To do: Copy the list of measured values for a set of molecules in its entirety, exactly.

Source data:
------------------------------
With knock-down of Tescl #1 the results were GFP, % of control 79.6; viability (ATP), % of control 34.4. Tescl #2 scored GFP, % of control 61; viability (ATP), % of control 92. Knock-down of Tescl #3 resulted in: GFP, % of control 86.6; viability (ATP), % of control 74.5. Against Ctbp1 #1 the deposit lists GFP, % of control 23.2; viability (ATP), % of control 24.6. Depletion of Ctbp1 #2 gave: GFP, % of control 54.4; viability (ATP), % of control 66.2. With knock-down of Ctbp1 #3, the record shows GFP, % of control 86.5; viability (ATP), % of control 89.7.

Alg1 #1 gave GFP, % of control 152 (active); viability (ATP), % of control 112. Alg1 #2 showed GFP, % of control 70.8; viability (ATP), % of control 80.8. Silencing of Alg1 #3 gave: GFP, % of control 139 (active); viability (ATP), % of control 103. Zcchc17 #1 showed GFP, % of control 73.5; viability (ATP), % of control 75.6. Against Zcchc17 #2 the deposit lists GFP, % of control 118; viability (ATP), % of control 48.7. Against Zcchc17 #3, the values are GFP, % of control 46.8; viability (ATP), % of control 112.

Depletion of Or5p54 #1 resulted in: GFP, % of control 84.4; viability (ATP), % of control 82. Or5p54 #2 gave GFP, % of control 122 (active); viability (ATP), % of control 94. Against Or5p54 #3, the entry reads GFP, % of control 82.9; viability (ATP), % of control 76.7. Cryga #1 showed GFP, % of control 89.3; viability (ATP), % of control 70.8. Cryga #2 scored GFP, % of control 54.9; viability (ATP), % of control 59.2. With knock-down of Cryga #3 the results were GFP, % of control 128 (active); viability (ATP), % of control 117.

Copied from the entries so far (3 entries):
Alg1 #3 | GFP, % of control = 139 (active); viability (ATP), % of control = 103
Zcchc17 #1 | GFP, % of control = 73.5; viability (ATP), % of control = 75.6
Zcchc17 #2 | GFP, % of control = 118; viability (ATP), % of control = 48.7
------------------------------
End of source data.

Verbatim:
With knock-down of Tescl #1 the results were GFP, % of control 79.6; viability (ATP), % of control 34.4. Tescl #2 scored GFP, % of control 61; viability (ATP), % of control 92. Knock-down of Tescl #3 resulted in: GFP, % of control 86.6; viability (ATP), % of control 74.5. Against Ctbp1 #1 the deposit lists GFP, % of control 23.2; viability (ATP), % of control 24.6. Depletion of Ctbp1 #2 gave: GFP, % of control 54.4; viability (ATP), % of control 66.2. With knock-down of Ctbp1 #3, the record shows GFP, % of control 86.5; viability (ATP), % of control 89.7.

Alg1 #1 gave GFP, % of control 152 (active); viability (ATP), % of control 112. Alg1 #2 showed GFP, % of control 70.8; viability (ATP), % of control 80.8. Silencing of Alg1 #3 gave: GFP, % of control 139 (active); viability (ATP), % of control 103. Zcchc17 #1 showed GFP, % of control 73.5; viability (ATP), % of control 75.6. Against Zcchc17 #2 the deposit lists GFP, % of control 118; viability (ATP), % of control 48.7. Against Zcchc17 #3, the values are GFP, % of control 46.8; viability (ATP), % of control 112.

Depletion of Or5p54 #1 resulted in: GFP, % of control 84.4; viability (ATP), % of control 82. Or5p54 #2 gave GFP, % of control 122 (active); viability (ATP), % of control 94. Against Or5p54 #3, the entry reads GFP, % of control 82.9; viability (ATP), % of control 76.7. Cryga #1 showed GFP, % of control 89.3; viability (ATP), % of control 70.8. Cryga #2 scored GFP, % of control 54.9; viability (ATP), % of control 59.2. With knock-down of Cryga #3 the results were GFP, % of control 128 (active); viability (ATP), % of control 117.

Copied from the entries so far (3 entries):
Alg1 #3 | GFP, % of control = 139 (active); viability (ATP), % of control = 103
Zcchc17 #1 | GFP, % of control = 73.5; viability (ATP), % of control = 75.6
Zcchc17 #2 | GFP, % of control = 118; viability (ATP), % of control = 48.7